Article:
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QSR prices accelerated in April.

Quick-service menu prices remained elevated in April

Menu prices at both QSR and full-service restaurants rose in April, while grocery prices fell for the first time in months.

Let’s check in on menu inflation because if Q1’s widespread traffic losses taught us anything, it’s that many consumers have reached their restaurant pricing threshold. According to the Consumer Price Index released Wednesday, menu prices in April rose 0.3%, or 4.1% over the last 12 months.

After some hints of flattening and even cooling in recent months, quick-service prices accelerated in April, rising 0.4%, and are 4.8% higher than this time last year. This uptick came despite overall inflation cooling in April after months-long increases. QSR prices were more than likely impacted by California’s AB 1228 law that went into effect April 1, raising the minimum wage in the state from $16 an hour to $20 an hour in the segment, or by 25%. Indeed, new data from Revenue Management Solutions found that California’s pricing in April was up 5.7% versus the national average of 2.6%. Several limited-service companies, from Chipotle to McDonald’s to Domino’s, noted on their latest earnings calls that they’ve had to take high-single-digit price increases to manage labor inflation in California.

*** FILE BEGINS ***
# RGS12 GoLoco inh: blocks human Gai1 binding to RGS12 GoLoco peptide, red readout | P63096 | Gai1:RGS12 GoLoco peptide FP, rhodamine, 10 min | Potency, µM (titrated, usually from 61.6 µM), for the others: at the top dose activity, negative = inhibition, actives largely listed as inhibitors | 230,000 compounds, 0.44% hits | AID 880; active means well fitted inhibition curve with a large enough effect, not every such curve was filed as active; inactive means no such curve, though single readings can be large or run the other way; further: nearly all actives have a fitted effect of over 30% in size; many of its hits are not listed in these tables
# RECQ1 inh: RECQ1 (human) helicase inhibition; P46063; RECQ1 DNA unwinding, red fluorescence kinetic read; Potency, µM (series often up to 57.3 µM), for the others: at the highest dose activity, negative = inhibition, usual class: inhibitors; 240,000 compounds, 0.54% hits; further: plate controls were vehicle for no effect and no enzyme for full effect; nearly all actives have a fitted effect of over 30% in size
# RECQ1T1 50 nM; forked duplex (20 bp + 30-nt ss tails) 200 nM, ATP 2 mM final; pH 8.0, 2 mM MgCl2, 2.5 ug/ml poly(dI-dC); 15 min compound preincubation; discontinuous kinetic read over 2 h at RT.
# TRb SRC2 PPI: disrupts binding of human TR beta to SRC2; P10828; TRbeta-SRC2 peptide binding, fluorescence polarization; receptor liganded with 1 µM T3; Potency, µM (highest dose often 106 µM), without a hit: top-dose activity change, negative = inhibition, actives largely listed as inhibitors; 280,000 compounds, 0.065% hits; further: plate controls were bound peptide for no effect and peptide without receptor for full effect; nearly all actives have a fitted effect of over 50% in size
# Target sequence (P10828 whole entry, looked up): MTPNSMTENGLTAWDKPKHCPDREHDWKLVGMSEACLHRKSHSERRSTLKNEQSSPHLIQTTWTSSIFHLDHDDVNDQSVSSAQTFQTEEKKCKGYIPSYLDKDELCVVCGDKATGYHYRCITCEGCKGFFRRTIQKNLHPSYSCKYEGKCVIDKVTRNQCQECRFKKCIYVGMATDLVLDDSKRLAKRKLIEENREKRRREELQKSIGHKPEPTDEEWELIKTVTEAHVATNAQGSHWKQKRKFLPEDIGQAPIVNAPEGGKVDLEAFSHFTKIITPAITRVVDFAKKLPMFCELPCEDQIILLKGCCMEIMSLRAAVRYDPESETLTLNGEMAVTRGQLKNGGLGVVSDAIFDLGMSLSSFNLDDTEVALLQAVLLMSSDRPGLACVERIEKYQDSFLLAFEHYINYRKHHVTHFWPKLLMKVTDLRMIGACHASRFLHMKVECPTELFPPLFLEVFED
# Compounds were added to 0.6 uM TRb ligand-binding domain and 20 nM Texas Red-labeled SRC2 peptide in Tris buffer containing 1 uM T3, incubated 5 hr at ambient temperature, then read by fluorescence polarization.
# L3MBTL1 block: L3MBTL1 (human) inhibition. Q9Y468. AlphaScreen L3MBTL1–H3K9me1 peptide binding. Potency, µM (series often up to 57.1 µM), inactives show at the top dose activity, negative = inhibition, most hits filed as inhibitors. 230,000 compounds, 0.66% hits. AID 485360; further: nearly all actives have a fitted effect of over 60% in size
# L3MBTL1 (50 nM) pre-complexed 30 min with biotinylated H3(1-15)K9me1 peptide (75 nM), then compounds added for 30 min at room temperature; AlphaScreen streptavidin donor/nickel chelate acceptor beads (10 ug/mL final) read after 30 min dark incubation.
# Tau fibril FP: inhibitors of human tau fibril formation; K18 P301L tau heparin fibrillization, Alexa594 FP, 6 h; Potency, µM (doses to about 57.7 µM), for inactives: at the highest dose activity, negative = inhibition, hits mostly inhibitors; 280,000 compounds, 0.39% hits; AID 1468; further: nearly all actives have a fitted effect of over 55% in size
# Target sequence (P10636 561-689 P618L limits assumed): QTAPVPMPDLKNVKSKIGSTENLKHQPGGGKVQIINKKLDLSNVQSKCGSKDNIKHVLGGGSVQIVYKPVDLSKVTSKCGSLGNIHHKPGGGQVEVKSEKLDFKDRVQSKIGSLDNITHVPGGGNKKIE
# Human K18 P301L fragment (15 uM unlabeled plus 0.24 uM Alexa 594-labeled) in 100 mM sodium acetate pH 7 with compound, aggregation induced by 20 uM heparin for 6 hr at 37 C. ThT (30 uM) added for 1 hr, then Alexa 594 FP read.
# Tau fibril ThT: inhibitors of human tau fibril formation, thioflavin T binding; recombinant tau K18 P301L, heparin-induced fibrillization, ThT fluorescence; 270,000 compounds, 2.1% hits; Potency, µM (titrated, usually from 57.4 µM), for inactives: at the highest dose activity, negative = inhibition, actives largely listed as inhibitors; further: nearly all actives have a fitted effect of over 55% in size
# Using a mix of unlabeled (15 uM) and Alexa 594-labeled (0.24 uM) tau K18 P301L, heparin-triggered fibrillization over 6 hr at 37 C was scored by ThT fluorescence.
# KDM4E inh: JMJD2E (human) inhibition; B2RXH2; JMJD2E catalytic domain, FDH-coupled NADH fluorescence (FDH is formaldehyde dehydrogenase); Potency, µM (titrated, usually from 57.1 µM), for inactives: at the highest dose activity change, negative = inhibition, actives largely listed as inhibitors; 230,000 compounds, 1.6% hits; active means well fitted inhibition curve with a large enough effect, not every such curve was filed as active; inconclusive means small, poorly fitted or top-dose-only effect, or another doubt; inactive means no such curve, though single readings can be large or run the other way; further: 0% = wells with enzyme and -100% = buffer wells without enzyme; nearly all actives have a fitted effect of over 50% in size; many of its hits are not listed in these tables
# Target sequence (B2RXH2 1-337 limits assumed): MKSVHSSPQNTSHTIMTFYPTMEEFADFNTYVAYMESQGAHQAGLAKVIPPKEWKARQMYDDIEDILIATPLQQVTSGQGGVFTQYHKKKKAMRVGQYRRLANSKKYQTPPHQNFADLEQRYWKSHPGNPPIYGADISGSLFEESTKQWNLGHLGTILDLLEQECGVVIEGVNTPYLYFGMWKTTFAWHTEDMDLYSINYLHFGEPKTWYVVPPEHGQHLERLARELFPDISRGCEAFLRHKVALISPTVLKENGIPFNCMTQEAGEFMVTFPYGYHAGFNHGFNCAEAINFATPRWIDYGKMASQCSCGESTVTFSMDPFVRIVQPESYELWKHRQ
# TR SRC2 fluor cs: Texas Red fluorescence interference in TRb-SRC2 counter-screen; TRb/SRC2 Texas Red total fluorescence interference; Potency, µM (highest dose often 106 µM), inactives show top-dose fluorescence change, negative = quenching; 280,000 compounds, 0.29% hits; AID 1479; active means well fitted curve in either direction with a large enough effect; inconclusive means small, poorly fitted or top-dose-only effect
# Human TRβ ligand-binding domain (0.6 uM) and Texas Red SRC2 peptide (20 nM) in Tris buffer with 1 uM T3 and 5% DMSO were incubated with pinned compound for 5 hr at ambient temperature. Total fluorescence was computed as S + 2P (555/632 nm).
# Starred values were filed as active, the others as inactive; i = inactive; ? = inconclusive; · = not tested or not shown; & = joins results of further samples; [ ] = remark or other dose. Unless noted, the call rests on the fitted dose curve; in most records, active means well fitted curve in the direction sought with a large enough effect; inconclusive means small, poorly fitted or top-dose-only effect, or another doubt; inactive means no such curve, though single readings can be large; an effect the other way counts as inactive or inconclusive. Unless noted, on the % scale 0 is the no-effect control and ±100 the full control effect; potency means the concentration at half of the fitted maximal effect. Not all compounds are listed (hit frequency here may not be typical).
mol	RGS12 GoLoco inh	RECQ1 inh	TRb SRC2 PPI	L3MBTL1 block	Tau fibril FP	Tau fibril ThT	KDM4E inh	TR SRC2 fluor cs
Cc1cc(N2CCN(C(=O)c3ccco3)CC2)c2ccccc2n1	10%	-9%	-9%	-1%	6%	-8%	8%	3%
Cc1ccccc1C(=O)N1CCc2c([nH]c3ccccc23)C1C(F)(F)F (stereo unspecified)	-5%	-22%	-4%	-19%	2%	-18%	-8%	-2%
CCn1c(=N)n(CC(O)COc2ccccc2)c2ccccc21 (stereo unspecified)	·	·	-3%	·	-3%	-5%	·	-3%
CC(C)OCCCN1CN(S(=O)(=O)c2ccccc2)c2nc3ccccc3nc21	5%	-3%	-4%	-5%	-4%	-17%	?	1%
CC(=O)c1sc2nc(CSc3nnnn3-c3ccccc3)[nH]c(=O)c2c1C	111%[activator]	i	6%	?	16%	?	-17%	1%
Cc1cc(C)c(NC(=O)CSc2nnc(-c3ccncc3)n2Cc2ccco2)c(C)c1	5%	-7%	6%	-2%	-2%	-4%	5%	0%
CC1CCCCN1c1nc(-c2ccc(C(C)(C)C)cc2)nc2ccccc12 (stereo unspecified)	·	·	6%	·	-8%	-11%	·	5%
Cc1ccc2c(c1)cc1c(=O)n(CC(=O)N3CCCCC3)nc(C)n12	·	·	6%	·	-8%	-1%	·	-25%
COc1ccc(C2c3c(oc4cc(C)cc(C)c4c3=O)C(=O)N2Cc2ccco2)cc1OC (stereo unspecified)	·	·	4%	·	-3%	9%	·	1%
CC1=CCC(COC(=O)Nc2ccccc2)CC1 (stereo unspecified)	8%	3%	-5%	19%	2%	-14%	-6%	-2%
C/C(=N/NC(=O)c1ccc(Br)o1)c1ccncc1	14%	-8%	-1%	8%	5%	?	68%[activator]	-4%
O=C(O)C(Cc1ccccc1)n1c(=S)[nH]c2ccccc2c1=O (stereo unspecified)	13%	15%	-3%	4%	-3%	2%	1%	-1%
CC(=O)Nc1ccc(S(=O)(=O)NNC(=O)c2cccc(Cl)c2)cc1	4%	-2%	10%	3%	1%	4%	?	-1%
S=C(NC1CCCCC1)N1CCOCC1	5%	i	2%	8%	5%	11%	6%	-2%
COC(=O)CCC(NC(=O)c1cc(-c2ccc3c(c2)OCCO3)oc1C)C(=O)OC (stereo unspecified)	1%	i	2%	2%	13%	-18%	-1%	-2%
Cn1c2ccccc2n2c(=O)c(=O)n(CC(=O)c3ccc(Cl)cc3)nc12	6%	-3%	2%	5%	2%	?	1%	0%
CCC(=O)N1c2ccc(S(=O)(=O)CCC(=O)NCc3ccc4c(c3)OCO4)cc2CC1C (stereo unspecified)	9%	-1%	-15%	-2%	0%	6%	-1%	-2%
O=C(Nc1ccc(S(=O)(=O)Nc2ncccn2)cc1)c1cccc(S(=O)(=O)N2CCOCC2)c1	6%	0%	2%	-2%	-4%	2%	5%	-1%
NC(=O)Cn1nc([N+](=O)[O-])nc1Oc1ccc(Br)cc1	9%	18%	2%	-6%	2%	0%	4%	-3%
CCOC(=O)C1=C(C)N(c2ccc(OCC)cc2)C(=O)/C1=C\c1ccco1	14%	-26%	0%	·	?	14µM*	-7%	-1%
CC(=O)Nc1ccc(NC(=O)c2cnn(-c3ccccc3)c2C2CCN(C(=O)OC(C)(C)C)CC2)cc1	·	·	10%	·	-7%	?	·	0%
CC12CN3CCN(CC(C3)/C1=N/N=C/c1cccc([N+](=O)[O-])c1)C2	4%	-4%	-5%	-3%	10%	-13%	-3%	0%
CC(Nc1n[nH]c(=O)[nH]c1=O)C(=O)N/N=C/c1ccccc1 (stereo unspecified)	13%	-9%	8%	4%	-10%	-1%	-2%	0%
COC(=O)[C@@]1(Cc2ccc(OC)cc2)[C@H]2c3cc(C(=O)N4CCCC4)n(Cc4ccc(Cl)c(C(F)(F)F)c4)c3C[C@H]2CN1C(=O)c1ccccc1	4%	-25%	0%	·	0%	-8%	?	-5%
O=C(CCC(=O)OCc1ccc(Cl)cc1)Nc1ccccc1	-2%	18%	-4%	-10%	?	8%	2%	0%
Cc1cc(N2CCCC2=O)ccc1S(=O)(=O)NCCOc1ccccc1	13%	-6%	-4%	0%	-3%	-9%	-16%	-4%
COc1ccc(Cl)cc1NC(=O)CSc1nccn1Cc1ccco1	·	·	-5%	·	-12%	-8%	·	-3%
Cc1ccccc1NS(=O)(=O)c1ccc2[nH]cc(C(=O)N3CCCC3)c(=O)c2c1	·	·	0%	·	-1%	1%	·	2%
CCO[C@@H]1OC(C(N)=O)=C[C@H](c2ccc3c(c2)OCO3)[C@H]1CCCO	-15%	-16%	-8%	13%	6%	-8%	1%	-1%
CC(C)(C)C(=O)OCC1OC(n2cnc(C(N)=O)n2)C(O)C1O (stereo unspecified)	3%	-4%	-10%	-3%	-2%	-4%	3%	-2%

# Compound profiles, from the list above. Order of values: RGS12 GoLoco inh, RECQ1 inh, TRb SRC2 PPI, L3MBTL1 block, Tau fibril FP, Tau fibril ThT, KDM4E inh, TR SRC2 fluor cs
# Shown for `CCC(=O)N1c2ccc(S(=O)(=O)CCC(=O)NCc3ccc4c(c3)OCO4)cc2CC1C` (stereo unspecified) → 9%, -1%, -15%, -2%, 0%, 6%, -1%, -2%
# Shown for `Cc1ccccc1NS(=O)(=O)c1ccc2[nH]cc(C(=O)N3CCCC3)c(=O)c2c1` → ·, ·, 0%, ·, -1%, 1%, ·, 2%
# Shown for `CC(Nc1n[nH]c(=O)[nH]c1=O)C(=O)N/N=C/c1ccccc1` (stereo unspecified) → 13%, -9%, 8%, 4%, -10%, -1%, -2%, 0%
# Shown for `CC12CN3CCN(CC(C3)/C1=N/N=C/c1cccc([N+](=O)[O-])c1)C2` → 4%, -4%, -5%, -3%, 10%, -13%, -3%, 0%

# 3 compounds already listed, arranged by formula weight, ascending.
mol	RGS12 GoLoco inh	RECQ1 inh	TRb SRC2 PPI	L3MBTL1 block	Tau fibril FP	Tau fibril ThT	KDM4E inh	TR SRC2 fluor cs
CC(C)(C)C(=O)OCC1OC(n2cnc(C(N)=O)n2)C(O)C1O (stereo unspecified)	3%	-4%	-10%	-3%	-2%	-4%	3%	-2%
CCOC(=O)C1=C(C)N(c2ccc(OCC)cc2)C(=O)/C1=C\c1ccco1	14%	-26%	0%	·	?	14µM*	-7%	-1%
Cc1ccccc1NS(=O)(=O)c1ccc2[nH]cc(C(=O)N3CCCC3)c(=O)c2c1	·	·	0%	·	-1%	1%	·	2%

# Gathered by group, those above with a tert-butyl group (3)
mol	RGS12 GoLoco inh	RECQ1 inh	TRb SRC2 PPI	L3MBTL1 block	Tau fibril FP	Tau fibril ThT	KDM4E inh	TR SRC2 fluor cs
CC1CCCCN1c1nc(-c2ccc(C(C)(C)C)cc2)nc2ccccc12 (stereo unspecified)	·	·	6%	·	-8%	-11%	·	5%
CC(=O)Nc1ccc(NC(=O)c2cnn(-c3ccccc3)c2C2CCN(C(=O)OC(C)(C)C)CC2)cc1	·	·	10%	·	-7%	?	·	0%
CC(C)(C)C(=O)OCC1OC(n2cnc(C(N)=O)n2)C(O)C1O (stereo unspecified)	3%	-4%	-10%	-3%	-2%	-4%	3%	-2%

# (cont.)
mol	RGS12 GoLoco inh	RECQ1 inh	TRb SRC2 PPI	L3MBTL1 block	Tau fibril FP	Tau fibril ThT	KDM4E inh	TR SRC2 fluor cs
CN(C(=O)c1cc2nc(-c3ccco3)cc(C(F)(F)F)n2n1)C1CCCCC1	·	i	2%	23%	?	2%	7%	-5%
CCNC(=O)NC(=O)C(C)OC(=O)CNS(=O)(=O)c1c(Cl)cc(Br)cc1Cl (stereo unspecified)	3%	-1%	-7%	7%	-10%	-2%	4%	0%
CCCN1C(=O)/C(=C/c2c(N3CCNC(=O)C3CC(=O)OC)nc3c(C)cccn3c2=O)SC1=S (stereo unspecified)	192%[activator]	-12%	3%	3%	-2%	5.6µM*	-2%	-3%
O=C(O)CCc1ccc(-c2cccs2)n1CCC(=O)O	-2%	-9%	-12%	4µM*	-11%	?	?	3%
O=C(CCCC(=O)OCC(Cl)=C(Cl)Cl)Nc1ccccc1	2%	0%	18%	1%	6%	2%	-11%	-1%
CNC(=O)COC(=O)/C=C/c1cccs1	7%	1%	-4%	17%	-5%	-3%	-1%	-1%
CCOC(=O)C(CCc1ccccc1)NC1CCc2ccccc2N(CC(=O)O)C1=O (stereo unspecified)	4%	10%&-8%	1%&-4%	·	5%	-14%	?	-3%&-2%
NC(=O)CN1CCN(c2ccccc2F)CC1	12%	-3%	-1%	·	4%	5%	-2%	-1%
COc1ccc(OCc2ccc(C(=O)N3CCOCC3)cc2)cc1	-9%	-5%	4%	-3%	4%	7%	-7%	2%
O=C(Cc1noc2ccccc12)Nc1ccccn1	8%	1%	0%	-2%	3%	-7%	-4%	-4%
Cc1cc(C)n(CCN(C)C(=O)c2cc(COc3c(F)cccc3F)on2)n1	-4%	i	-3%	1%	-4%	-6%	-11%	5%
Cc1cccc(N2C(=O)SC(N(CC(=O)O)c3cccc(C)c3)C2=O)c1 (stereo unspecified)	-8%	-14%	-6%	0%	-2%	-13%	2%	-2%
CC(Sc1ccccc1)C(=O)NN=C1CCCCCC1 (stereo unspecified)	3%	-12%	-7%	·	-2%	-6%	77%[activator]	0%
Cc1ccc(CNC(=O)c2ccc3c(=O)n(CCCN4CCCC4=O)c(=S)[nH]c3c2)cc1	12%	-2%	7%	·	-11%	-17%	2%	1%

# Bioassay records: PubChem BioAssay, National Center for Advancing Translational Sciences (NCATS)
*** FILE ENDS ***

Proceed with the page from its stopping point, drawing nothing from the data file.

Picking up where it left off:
By comparison, prices at full-service concepts, which aren’t directly impacted by AB 1228, were up 0.3% in April, or 3.4% year-over-year. Despite pesky QSR prices, food-away-from-home index overall matched March’s 0.3% and, aside from February (0.1%) was the lowest uptick in at least six months.

Meanwhile, food-at-home prices (grocery/supermarket) dropped by 0.2% in April. Although the category remains 1.1% higher year-over-year, April was its first decline in at least seven months. According to Kalinowsi Equity Research, restaurants’ market share in April was 55.8%, but the widening price gap between categories is shifting more spending toward grocery stores.

During a recent interview, RJ Hottovy, head of analytical research at, said there have been clear indications of increased pricing sensitivity from restaurant consumers recently.

“A lot of people are starting to shop across other channels. More are going to value grocers, like Aldi, more are going to c-stores. More are going to dollar stores,” he said. “You are seeing some channel shifts, particularly among low-income consumers.”

Contact Alicia Kelso at [email protected]

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